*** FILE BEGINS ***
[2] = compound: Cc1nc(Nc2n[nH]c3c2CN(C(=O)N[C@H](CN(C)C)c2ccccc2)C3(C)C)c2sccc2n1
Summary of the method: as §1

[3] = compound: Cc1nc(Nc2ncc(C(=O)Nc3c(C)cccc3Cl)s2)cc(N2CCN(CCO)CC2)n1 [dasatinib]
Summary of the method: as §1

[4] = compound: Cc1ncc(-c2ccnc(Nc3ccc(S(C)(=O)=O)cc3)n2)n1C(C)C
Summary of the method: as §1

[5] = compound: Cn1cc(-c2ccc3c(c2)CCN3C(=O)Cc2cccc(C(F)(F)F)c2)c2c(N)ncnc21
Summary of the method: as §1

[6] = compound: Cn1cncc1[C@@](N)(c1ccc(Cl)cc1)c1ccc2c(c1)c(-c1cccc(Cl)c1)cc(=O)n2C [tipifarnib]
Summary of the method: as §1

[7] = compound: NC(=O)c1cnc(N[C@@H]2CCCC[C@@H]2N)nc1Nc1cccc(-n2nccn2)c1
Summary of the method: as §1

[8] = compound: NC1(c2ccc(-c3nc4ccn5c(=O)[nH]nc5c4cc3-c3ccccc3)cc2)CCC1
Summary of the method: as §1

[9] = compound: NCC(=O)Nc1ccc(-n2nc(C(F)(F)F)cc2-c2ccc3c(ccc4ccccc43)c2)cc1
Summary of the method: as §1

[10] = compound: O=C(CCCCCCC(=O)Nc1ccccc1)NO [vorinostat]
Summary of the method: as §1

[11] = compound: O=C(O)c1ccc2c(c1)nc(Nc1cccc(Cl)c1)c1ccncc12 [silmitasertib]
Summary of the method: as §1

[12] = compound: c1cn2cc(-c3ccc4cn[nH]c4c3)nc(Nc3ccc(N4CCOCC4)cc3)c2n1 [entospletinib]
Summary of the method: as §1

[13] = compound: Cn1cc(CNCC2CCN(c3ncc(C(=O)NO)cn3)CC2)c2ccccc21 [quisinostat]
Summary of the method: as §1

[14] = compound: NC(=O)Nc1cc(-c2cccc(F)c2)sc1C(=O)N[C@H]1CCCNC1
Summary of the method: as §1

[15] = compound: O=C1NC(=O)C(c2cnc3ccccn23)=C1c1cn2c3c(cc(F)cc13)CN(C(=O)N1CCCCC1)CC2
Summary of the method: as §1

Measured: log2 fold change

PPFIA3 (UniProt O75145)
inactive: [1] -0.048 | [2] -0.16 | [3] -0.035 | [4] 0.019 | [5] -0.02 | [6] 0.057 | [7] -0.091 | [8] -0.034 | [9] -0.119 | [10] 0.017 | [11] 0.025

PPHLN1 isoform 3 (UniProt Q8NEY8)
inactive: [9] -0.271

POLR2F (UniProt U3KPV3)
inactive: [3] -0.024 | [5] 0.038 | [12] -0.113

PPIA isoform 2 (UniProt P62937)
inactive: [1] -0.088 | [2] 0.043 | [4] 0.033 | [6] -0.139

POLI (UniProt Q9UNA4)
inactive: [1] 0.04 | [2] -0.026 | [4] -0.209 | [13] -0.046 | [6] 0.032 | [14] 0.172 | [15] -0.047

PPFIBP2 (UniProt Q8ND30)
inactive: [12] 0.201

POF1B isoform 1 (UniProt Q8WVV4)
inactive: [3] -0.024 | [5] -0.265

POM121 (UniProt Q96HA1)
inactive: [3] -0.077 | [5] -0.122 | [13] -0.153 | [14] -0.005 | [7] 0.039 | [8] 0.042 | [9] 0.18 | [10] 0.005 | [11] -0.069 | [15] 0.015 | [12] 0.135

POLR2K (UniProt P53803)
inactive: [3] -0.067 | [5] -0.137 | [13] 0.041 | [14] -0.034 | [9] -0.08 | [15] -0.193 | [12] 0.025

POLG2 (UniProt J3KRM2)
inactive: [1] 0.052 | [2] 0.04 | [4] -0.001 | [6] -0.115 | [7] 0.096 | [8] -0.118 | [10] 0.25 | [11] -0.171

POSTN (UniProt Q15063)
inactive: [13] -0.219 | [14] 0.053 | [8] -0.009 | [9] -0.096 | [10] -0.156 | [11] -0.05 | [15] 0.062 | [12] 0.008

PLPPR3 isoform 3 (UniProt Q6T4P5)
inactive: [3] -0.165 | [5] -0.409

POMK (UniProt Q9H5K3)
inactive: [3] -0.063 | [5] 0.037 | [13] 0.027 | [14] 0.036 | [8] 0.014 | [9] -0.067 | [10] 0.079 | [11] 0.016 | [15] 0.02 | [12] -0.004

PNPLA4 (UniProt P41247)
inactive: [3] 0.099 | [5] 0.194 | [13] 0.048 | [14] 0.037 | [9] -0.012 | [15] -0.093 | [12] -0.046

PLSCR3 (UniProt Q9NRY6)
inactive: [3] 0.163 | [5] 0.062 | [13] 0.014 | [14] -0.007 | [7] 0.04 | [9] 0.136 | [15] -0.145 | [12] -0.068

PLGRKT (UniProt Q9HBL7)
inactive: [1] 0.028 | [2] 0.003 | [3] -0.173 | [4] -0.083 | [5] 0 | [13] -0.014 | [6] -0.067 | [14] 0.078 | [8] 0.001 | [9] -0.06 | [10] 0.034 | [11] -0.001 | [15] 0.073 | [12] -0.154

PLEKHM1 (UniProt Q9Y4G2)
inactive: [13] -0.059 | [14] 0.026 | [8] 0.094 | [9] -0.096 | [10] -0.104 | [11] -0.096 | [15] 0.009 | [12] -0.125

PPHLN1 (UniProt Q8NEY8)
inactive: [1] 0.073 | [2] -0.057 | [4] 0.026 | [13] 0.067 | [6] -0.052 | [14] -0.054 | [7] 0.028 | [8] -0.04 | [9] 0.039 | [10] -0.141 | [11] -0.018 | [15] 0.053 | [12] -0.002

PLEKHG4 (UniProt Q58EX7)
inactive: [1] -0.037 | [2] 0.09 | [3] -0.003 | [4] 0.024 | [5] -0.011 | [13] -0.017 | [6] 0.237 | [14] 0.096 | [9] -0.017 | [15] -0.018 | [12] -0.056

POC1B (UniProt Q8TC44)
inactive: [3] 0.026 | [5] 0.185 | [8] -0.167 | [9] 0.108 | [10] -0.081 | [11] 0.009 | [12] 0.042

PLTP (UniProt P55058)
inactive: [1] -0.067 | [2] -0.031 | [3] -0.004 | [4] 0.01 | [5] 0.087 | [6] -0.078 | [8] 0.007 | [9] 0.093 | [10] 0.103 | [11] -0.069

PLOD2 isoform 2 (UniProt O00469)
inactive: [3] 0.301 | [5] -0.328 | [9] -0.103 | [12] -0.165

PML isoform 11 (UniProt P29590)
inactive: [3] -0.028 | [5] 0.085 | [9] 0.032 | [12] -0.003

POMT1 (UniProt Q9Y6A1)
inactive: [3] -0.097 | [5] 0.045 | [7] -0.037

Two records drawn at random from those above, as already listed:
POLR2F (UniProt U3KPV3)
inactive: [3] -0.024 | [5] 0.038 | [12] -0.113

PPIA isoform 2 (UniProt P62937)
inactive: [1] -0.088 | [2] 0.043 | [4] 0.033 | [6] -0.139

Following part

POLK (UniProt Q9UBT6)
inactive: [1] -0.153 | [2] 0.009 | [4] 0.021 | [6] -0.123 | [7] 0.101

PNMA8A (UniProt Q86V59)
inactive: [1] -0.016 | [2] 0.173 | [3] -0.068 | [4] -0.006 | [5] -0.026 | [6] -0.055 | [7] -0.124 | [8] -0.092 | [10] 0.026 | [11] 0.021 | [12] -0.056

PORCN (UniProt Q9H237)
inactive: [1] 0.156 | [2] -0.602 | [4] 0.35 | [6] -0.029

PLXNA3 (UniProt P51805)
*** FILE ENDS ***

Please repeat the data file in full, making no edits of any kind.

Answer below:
[2] = compound: Cc1nc(Nc2n[nH]c3c2CN(C(=O)N[C@H](CN(C)C)c2ccccc2)C3(C)C)c2sccc2n1
Summary of the method: as §1

[3] = compound: Cc1nc(Nc2ncc(C(=O)Nc3c(C)cccc3Cl)s2)cc(N2CCN(CCO)CC2)n1 [dasatinib]
Summary of the method: as §1

[4] = compound: Cc1ncc(-c2ccnc(Nc3ccc(S(C)(=O)=O)cc3)n2)n1C(C)C
Summary of the method: as §1

[5] = compound: Cn1cc(-c2ccc3c(c2)CCN3C(=O)Cc2cccc(C(F)(F)F)c2)c2c(N)ncnc21
Summary of the method: as §1

[6] = compound: Cn1cncc1[C@@](N)(c1ccc(Cl)cc1)c1ccc2c(c1)c(-c1cccc(Cl)c1)cc(=O)n2C [tipifarnib]
Summary of the method: as §1

[7] = compound: NC(=O)c1cnc(N[C@@H]2CCCC[C@@H]2N)nc1Nc1cccc(-n2nccn2)c1
Summary of the method: as §1

[8] = compound: NC1(c2ccc(-c3nc4ccn5c(=O)[nH]nc5c4cc3-c3ccccc3)cc2)CCC1
Summary of the method: as §1

[9] = compound: NCC(=O)Nc1ccc(-n2nc(C(F)(F)F)cc2-c2ccc3c(ccc4ccccc43)c2)cc1
Summary of the method: as §1

[10] = compound: O=C(CCCCCCC(=O)Nc1ccccc1)NO [vorinostat]
Summary of the method: as §1

[11] = compound: O=C(O)c1ccc2c(c1)nc(Nc1cccc(Cl)c1)c1ccncc12 [silmitasertib]
Summary of the method: as §1

[12] = compound: c1cn2cc(-c3ccc4cn[nH]c4c3)nc(Nc3ccc(N4CCOCC4)cc3)c2n1 [entospletinib]
Summary of the method: as §1

[13] = compound: Cn1cc(CNCC2CCN(c3ncc(C(=O)NO)cn3)CC2)c2ccccc21 [quisinostat]
Summary of the method: as §1

[14] = compound: NC(=O)Nc1cc(-c2cccc(F)c2)sc1C(=O)N[C@H]1CCCNC1
Summary of the method: as §1

[15] = compound: O=C1NC(=O)C(c2cnc3ccccn23)=C1c1cn2c3c(cc(F)cc13)CN(C(=O)N1CCCCC1)CC2
Summary of the method: as §1

Measured: log2 fold change

PPFIA3 (UniProt O75145)
inactive: [1] -0.048 | [2] -0.16 | [3] -0.035 | [4] 0.019 | [5] -0.02 | [6] 0.057 | [7] -0.091 | [8] -0.034 | [9] -0.119 | [10] 0.017 | [11] 0.025

PPHLN1 isoform 3 (UniProt Q8NEY8)
inactive: [9] -0.271

POLR2F (UniProt U3KPV3)
inactive: [3] -0.024 | [5] 0.038 | [12] -0.113

PPIA isoform 2 (UniProt P62937)
inactive: [1] -0.088 | [2] 0.043 | [4] 0.033 | [6] -0.139

POLI (UniProt Q9UNA4)
inactive: [1] 0.04 | [2] -0.026 | [4] -0.209 | [13] -0.046 | [6] 0.032 | [14] 0.172 | [15] -0.047

PPFIBP2 (UniProt Q8ND30)
inactive: [12] 0.201

POF1B isoform 1 (UniProt Q8WVV4)
inactive: [3] -0.024 | [5] -0.265

POM121 (UniProt Q96HA1)
inactive: [3] -0.077 | [5] -0.122 | [13] -0.153 | [14] -0.005 | [7] 0.039 | [8] 0.042 | [9] 0.18 | [10] 0.005 | [11] -0.069 | [15] 0.015 | [12] 0.135

POLR2K (UniProt P53803)
inactive: [3] -0.067 | [5] -0.137 | [13] 0.041 | [14] -0.034 | [9] -0.08 | [15] -0.193 | [12] 0.025

POLG2 (UniProt J3KRM2)
inactive: [1] 0.052 | [2] 0.04 | [4] -0.001 | [6] -0.115 | [7] 0.096 | [8] -0.118 | [10] 0.25 | [11] -0.171

POSTN (UniProt Q15063)
inactive: [13] -0.219 | [14] 0.053 | [8] -0.009 | [9] -0.096 | [10] -0.156 | [11] -0.05 | [15] 0.062 | [12] 0.008

PLPPR3 isoform 3 (UniProt Q6T4P5)
inactive: [3] -0.165 | [5] -0.409

POMK (UniProt Q9H5K3)
inactive: [3] -0.063 | [5] 0.037 | [13] 0.027 | [14] 0.036 | [8] 0.014 | [9] -0.067 | [10] 0.079 | [11] 0.016 | [15] 0.02 | [12] -0.004

PNPLA4 (UniProt P41247)
inactive: [3] 0.099 | [5] 0.194 | [13] 0.048 | [14] 0.037 | [9] -0.012 | [15] -0.093 | [12] -0.046

PLSCR3 (UniProt Q9NRY6)
inactive: [3] 0.163 | [5] 0.062 | [13] 0.014 | [14] -0.007 | [7] 0.04 | [9] 0.136 | [15] -0.145 | [12] -0.068

PLGRKT (UniProt Q9HBL7)
inactive: [1] 0.028 | [2] 0.003 | [3] -0.173 | [4] -0.083 | [5] 0 | [13] -0.014 | [6] -0.067 | [14] 0.078 | [8] 0.001 | [9] -0.06 | [10] 0.034 | [11] -0.001 | [15] 0.073 | [12] -0.154

PLEKHM1 (UniProt Q9Y4G2)
inactive: [13] -0.059 | [14] 0.026 | [8] 0.094 | [9] -0.096 | [10] -0.104 | [11] -0.096 | [15] 0.009 | [12] -0.125

PPHLN1 (UniProt Q8NEY8)
inactive: [1] 0.073 | [2] -0.057 | [4] 0.026 | [13] 0.067 | [6] -0.052 | [14] -0.054 | [7] 0.028 | [8] -0.04 | [9] 0.039 | [10] -0.141 | [11] -0.018 | [15] 0.053 | [12] -0.002

PLEKHG4 (UniProt Q58EX7)
inactive: [1] -0.037 | [2] 0.09 | [3] -0.003 | [4] 0.024 | [5] -0.011 | [13] -0.017 | [6] 0.237 | [14] 0.096 | [9] -0.017 | [15] -0.018 | [12] -0.056

POC1B (UniProt Q8TC44)
inactive: [3] 0.026 | [5] 0.185 | [8] -0.167 | [9] 0.108 | [10] -0.081 | [11] 0.009 | [12] 0.042

PLTP (UniProt P55058)
inactive: [1] -0.067 | [2] -0.031 | [3] -0.004 | [4] 0.01 | [5] 0.087 | [6] -0.078 | [8] 0.007 | [9] 0.093 | [10] 0.103 | [11] -0.069

PLOD2 isoform 2 (UniProt O00469)
inactive: [3] 0.301 | [5] -0.328 | [9] -0.103 | [12] -0.165

PML isoform 11 (UniProt P29590)
inactive: [3] -0.028 | [5] 0.085 | [9] 0.032 | [12] -0.003

POMT1 (UniProt Q9Y6A1)
inactive: [3] -0.097 | [5] 0.045 | [7] -0.037

Two records drawn at random from those above, as already listed:
POLR2F (UniProt U3KPV3)
inactive: [3] -0.024 | [5] 0.038 | [12] -0.113

PPIA isoform 2 (UniProt P62937)
inactive: [1] -0.088 | [2] 0.043 | [4] 0.033 | [6] -0.139

Following part

POLK (UniProt Q9UBT6)
inactive: [1] -0.153 | [2] 0.009 | [4] 0.021 | [6] -0.123 | [7] 0.101

PNMA8A (UniProt Q86V59)
inactive: [1] -0.016 | [2] 0.173 | [3] -0.068 | [4] -0.006 | [5] -0.026 | [6] -0.055 | [7] -0.124 | [8] -0.092 | [10] 0.026 | [11] 0.021 | [12] -0.056

PORCN (UniProt Q9H237)
inactive: [1] 0.156 | [2] -0.602 | [4] 0.35 | [6] -0.029

PLXNA3 (UniProt P51805)